Birth Control

Birth control methods like condoms and some IUDs don’t use hormones to get the job done, so when it comes to breast cancer you have no need to worry.
Hormonal birth control methods like pills, injections, rings, hormonal IUDs, and implants, however, do have a weak link to breast cancer. But a weak link doesn’t mean they cause cancer, and it definitely doesn’t mean you should stop using them.

Hormones and Cancer

Two female hormones, estrogen and progesterone are used in the most common contraceptive pill and while they do stimulate the growth of breast cancer when they occur naturally in the body doctors aren’t sure the synthetic versions have the same effect.

Birth control pills have actually been shown to decrease the risk of other cancers like endometrial, ovarian, and colorectal cancers. There have been a lot of studies, but none of them tried to find exactly what was causing breast cancer.

What we do know is that of 150,000 women in 54 different studies, those that were on hormonal birth control were about 20% more likely to contract breast cancer. In one study, almost all of them were using a triphasic pill, so that type of pill might have been the cause. Another cause might have been how they took the pill, instead of just the fact that they were taking it. — The thing is, we just don’t know yet.

One study did conclude that there was a slightly increased risk, but that it depended on the woman’s general health, age, and all the other things that usually affect breast cancer. Some studies date back to the 80’s when birth control had higher doses of hormones, which would have a higher risk of increasing breast cancer than the modern pills women are using today.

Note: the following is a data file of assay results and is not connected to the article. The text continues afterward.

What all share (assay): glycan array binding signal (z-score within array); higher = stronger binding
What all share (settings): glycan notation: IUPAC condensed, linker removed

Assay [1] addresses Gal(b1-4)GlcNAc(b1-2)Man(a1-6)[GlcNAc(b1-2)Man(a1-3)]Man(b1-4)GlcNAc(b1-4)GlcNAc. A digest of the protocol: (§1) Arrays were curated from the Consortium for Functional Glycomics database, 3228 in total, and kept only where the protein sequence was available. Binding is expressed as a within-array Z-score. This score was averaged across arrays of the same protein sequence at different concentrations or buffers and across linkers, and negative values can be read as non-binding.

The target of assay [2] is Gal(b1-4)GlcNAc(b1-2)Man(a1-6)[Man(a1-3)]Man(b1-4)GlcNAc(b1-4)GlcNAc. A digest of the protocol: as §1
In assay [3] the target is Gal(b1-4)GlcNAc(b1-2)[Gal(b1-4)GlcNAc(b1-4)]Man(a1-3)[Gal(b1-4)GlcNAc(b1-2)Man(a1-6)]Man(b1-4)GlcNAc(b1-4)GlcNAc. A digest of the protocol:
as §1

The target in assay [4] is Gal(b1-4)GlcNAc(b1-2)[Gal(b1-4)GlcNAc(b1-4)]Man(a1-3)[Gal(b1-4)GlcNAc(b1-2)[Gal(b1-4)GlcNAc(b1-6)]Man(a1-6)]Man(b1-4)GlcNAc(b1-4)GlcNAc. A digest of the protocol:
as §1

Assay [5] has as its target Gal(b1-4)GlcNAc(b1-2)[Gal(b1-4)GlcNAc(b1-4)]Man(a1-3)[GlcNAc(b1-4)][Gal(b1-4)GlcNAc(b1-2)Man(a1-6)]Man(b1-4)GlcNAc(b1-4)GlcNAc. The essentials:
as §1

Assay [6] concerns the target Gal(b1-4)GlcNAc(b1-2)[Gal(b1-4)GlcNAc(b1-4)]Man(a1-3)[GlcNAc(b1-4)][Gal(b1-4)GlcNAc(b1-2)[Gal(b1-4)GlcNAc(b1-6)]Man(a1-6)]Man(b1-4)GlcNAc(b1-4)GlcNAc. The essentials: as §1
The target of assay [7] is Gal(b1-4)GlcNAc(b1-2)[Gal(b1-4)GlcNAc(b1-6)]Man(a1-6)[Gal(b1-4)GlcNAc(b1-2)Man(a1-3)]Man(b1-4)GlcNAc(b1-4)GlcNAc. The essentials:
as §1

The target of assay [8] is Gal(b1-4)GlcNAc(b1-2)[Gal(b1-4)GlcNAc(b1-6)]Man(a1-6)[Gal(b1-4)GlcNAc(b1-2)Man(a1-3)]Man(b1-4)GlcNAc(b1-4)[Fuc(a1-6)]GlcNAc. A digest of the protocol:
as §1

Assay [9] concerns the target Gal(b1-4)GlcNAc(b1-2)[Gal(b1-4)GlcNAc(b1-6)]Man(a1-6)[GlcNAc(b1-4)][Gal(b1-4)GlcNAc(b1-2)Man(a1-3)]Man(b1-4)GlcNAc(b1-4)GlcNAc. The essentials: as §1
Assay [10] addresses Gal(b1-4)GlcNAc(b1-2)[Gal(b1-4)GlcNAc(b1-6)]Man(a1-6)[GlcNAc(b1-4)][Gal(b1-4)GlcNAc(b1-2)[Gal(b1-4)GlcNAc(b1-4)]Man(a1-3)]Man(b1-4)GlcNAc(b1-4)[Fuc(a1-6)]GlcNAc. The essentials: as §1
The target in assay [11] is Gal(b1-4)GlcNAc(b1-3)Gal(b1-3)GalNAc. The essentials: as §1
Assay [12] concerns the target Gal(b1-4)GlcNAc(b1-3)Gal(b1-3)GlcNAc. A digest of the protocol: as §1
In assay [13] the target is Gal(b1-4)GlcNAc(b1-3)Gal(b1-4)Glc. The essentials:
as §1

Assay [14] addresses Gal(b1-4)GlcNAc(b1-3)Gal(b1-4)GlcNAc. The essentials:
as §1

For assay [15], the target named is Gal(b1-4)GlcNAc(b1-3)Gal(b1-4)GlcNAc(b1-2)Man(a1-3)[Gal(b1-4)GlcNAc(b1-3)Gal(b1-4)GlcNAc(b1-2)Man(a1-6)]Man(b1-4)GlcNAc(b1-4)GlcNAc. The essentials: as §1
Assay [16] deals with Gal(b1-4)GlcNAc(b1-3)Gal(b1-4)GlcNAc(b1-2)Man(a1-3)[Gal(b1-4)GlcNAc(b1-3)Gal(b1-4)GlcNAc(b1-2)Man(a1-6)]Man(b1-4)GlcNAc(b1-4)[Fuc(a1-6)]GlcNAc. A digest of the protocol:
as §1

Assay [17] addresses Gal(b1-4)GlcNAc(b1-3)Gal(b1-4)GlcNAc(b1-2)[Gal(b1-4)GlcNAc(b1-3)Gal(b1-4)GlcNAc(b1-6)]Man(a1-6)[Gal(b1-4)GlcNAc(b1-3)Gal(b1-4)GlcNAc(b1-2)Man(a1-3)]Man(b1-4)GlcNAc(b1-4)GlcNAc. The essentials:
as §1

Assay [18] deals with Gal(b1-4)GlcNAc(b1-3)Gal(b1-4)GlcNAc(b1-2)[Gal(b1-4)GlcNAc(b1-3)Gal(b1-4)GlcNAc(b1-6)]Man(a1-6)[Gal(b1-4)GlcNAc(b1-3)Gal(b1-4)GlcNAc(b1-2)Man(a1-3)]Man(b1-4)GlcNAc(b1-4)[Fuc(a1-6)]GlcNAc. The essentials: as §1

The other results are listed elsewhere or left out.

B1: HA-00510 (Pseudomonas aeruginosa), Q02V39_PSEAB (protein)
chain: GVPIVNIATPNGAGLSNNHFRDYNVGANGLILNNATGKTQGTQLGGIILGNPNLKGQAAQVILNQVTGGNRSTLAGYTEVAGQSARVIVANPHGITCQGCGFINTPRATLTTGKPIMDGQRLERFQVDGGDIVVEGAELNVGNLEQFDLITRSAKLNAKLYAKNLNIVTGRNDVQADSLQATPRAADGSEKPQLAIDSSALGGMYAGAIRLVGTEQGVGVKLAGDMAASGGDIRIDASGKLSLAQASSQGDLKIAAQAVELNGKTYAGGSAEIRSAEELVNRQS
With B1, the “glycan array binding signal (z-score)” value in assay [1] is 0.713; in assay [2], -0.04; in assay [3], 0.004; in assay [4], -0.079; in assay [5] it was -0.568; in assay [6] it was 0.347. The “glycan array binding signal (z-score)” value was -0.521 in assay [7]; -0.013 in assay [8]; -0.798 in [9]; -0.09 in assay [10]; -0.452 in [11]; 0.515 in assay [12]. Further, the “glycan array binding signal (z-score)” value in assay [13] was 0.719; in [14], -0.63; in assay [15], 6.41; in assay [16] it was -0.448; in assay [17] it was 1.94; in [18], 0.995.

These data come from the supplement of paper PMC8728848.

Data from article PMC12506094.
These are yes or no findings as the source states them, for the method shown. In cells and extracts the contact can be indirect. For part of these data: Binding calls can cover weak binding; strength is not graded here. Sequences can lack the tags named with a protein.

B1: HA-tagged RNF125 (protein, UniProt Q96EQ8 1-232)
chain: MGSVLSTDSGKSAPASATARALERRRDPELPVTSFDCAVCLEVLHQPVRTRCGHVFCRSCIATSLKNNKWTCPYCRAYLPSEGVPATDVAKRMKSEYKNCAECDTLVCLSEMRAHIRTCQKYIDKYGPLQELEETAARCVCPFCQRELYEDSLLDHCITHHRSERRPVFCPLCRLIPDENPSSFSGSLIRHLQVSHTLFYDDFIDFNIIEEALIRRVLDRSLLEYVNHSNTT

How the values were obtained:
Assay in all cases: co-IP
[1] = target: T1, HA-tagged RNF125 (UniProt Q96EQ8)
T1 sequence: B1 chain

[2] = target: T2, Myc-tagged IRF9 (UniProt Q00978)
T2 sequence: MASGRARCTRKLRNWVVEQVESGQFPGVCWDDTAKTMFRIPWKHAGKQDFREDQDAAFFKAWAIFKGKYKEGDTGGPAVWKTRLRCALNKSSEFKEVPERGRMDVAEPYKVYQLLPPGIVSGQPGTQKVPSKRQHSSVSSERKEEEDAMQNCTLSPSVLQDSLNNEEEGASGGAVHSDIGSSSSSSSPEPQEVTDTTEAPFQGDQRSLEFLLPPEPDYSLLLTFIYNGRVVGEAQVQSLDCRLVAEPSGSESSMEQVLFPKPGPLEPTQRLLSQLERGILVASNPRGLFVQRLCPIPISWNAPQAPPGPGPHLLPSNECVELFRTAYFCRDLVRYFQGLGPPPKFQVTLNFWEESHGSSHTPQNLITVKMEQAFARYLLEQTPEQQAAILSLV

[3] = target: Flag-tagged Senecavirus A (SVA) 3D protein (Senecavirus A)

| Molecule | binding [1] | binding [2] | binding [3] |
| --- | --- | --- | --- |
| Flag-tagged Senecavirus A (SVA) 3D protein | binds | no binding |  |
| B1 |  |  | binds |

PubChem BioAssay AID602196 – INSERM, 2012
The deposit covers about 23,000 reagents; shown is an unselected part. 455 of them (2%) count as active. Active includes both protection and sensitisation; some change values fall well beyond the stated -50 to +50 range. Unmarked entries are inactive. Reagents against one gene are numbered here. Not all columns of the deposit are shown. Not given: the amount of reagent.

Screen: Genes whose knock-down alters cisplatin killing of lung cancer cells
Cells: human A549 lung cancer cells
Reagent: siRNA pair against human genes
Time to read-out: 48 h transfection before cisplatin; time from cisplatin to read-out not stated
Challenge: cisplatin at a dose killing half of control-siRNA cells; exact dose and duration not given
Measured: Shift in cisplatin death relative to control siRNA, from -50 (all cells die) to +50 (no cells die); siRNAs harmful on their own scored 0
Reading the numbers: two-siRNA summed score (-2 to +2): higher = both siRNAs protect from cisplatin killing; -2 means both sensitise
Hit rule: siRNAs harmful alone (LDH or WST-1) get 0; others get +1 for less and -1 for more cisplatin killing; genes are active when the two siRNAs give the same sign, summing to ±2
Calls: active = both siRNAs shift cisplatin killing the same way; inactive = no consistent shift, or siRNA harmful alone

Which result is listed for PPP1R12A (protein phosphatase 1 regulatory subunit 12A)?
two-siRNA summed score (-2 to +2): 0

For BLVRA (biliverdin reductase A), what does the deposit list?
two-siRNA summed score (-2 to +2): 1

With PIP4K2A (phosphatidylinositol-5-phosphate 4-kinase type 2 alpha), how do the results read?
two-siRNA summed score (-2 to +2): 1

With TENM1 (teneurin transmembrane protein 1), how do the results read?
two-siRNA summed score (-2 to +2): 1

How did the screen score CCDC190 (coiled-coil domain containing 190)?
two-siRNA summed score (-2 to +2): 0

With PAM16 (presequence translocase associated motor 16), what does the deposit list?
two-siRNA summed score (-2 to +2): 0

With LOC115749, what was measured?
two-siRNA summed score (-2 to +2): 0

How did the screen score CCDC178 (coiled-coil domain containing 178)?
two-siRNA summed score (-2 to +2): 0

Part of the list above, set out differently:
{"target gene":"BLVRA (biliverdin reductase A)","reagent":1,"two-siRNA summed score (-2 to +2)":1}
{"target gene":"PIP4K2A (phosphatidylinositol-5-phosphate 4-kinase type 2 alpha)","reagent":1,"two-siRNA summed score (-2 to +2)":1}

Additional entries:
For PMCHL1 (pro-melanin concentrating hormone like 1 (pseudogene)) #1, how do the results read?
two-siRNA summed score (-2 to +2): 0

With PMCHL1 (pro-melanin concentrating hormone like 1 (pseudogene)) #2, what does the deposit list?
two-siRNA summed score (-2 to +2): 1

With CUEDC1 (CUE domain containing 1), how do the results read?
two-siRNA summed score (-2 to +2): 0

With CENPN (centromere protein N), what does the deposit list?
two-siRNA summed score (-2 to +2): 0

What these studies show is that something is probably contributing the breast cancer, and more studies are needed to figure out what.


Hormonal birth control has many benefits, like controlling PMS, acne, heavy periods, and of course avoiding unwanted pregnancies. It’s important to note that if you have or had breast cancer, it is recommended that you do not use hormonal birth control because it can increase the risk of breast cancer returning. But non-hormonal birth control is safe to use as needed.

If you’ve never had breast cancer, we don’t think there’s any reason to worry about hormonal birth control as the benefits often outweigh the risks. Everyone’s situation is different, so make sure you consider other factors like obesity, cigarettes and alcohol, your general health, and other factors that can contribute to breast cancer. Ask your doctor what methods are safe and best for you.